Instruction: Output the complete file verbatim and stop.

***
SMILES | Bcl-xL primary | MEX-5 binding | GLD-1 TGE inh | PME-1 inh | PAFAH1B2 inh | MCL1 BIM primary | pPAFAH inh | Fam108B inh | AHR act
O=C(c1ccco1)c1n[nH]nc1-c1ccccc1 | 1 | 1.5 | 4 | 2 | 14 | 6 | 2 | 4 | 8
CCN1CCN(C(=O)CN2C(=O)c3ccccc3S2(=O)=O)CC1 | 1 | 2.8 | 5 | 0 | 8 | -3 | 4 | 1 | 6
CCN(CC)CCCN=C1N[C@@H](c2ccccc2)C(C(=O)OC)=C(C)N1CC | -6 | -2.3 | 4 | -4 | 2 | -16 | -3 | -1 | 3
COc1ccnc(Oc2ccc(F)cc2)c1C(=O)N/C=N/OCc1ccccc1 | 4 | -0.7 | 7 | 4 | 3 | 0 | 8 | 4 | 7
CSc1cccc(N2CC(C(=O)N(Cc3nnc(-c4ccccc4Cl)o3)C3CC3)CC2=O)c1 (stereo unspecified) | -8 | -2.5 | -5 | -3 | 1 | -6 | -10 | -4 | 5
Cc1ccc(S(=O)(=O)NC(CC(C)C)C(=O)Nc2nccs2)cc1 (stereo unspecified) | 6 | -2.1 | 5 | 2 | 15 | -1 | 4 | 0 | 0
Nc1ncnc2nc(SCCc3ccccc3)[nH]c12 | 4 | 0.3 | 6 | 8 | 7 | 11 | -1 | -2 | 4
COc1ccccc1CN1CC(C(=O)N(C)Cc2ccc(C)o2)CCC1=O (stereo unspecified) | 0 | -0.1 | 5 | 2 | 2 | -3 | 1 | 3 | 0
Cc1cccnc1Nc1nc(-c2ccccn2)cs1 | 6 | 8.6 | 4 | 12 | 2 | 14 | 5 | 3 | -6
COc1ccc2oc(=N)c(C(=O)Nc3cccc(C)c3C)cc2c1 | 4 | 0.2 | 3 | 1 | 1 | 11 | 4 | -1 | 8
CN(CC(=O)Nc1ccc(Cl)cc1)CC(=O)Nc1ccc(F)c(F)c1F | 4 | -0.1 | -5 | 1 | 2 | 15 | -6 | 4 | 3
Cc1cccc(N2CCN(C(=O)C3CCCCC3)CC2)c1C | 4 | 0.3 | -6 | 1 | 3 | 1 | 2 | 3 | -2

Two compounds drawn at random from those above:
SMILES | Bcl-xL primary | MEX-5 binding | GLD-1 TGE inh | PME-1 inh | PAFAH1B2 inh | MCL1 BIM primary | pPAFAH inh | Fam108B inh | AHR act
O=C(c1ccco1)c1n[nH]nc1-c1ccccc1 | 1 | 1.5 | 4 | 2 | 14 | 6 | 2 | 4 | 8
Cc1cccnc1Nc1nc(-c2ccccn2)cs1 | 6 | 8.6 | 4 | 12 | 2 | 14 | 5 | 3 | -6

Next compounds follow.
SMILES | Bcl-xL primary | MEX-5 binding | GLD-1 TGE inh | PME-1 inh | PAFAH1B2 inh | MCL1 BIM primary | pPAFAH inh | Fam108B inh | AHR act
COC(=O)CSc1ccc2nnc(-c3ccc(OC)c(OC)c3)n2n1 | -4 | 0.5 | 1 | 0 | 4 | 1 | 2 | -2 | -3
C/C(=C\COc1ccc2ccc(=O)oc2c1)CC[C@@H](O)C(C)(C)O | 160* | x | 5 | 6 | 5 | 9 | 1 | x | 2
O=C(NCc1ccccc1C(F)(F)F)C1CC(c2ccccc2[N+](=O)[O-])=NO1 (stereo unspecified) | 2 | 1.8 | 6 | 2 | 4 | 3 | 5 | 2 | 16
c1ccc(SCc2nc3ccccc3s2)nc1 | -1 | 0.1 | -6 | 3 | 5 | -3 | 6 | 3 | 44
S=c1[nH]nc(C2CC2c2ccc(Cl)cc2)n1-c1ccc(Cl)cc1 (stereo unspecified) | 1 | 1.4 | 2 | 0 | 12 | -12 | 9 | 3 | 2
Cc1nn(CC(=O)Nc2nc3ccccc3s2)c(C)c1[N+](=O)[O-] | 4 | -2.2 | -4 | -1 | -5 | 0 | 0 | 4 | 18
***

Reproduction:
SMILES | Bcl-xL primary | MEX-5 binding | GLD-1 TGE inh | PME-1 inh | PAFAH1B2 inh | MCL1 BIM primary | pPAFAH inh | Fam108B inh | AHR act
O=C(c1ccco1)c1n[nH]nc1-c1ccccc1 | 1 | 1.5 | 4 | 2 | 14 | 6 | 2 | 4 | 8
CCN1CCN(C(=O)CN2C(=O)c3ccccc3S2(=O)=O)CC1 | 1 | 2.8 | 5 | 0 | 8 | -3 | 4 | 1 | 6
CCN(CC)CCCN=C1N[C@@H](c2ccccc2)C(C(=O)OC)=C(C)N1CC | -6 | -2.3 | 4 | -4 | 2 | -16 | -3 | -1 | 3
COc1ccnc(Oc2ccc(F)cc2)c1C(=O)N/C=N/OCc1ccccc1 | 4 | -0.7 | 7 | 4 | 3 | 0 | 8 | 4 | 7
CSc1cccc(N2CC(C(=O)N(Cc3nnc(-c4ccccc4Cl)o3)C3CC3)CC2=O)c1 (stereo unspecified) | -8 | -2.5 | -5 | -3 | 1 | -6 | -10 | -4 | 5
Cc1ccc(S(=O)(=O)NC(CC(C)C)C(=O)Nc2nccs2)cc1 (stereo unspecified) | 6 | -2.1 | 5 | 2 | 15 | -1 | 4 | 0 | 0
Nc1ncnc2nc(SCCc3ccccc3)[nH]c12 | 4 | 0.3 | 6 | 8 | 7 | 11 | -1 | -2 | 4
COc1ccccc1CN1CC(C(=O)N(C)Cc2ccc(C)o2)CCC1=O (stereo unspecified) | 0 | -0.1 | 5 | 2 | 2 | -3 | 1 | 3 | 0
Cc1cccnc1Nc1nc(-c2ccccn2)cs1 | 6 | 8.6 | 4 | 12 | 2 | 14 | 5 | 3 | -6
COc1ccc2oc(=N)c(C(=O)Nc3cccc(C)c3C)cc2c1 | 4 | 0.2 | 3 | 1 | 1 | 11 | 4 | -1 | 8
CN(CC(=O)Nc1ccc(Cl)cc1)CC(=O)Nc1ccc(F)c(F)c1F | 4 | -0.1 | -5 | 1 | 2 | 15 | -6 | 4 | 3
Cc1cccc(N2CCN(C(=O)C3CCCCC3)CC2)c1C | 4 | 0.3 | -6 | 1 | 3 | 1 | 2 | 3 | -2

Two compounds drawn at random from those above:
SMILES | Bcl-xL primary | MEX-5 binding | GLD-1 TGE inh | PME-1 inh | PAFAH1B2 inh | MCL1 BIM primary | pPAFAH inh | Fam108B inh | AHR act
O=C(c1ccco1)c1n[nH]nc1-c1ccccc1 | 1 | 1.5 | 4 | 2 | 14 | 6 | 2 | 4 | 8
Cc1cccnc1Nc1nc(-c2ccccn2)cs1 | 6 | 8.6 | 4 | 12 | 2 | 14 | 5 | 3 | -6

Next compounds follow.
SMILES | Bcl-xL primary | MEX-5 binding | GLD-1 TGE inh | PME-1 inh | PAFAH1B2 inh | MCL1 BIM primary | pPAFAH inh | Fam108B inh | AHR act
COC(=O)CSc1ccc2nnc(-c3ccc(OC)c(OC)c3)n2n1 | -4 | 0.5 | 1 | 0 | 4 | 1 | 2 | -2 | -3
C/C(=C\COc1ccc2ccc(=O)oc2c1)CC[C@@H](O)C(C)(C)O | 160* | x | 5 | 6 | 5 | 9 | 1 | x | 2
O=C(NCc1ccccc1C(F)(F)F)C1CC(c2ccccc2[N+](=O)[O-])=NO1 (stereo unspecified) | 2 | 1.8 | 6 | 2 | 4 | 3 | 5 | 2 | 16
c1ccc(SCc2nc3ccccc3s2)nc1 | -1 | 0.1 | -6 | 3 | 5 | -3 | 6 | 3 | 44
S=c1[nH]nc(C2CC2c2ccc(Cl)cc2)n1-c1ccc(Cl)cc1 (stereo unspecified) | 1 | 1.4 | 2 | 0 | 12 | -12 | 9 | 3 | 2
Cc1nn(CC(=O)Nc2nc3ccccc3s2)c(C)c1[N+](=O)[O-] | 4 | -2.2 | -4 | -1 | -5 | 0 | 0 | 4 | 18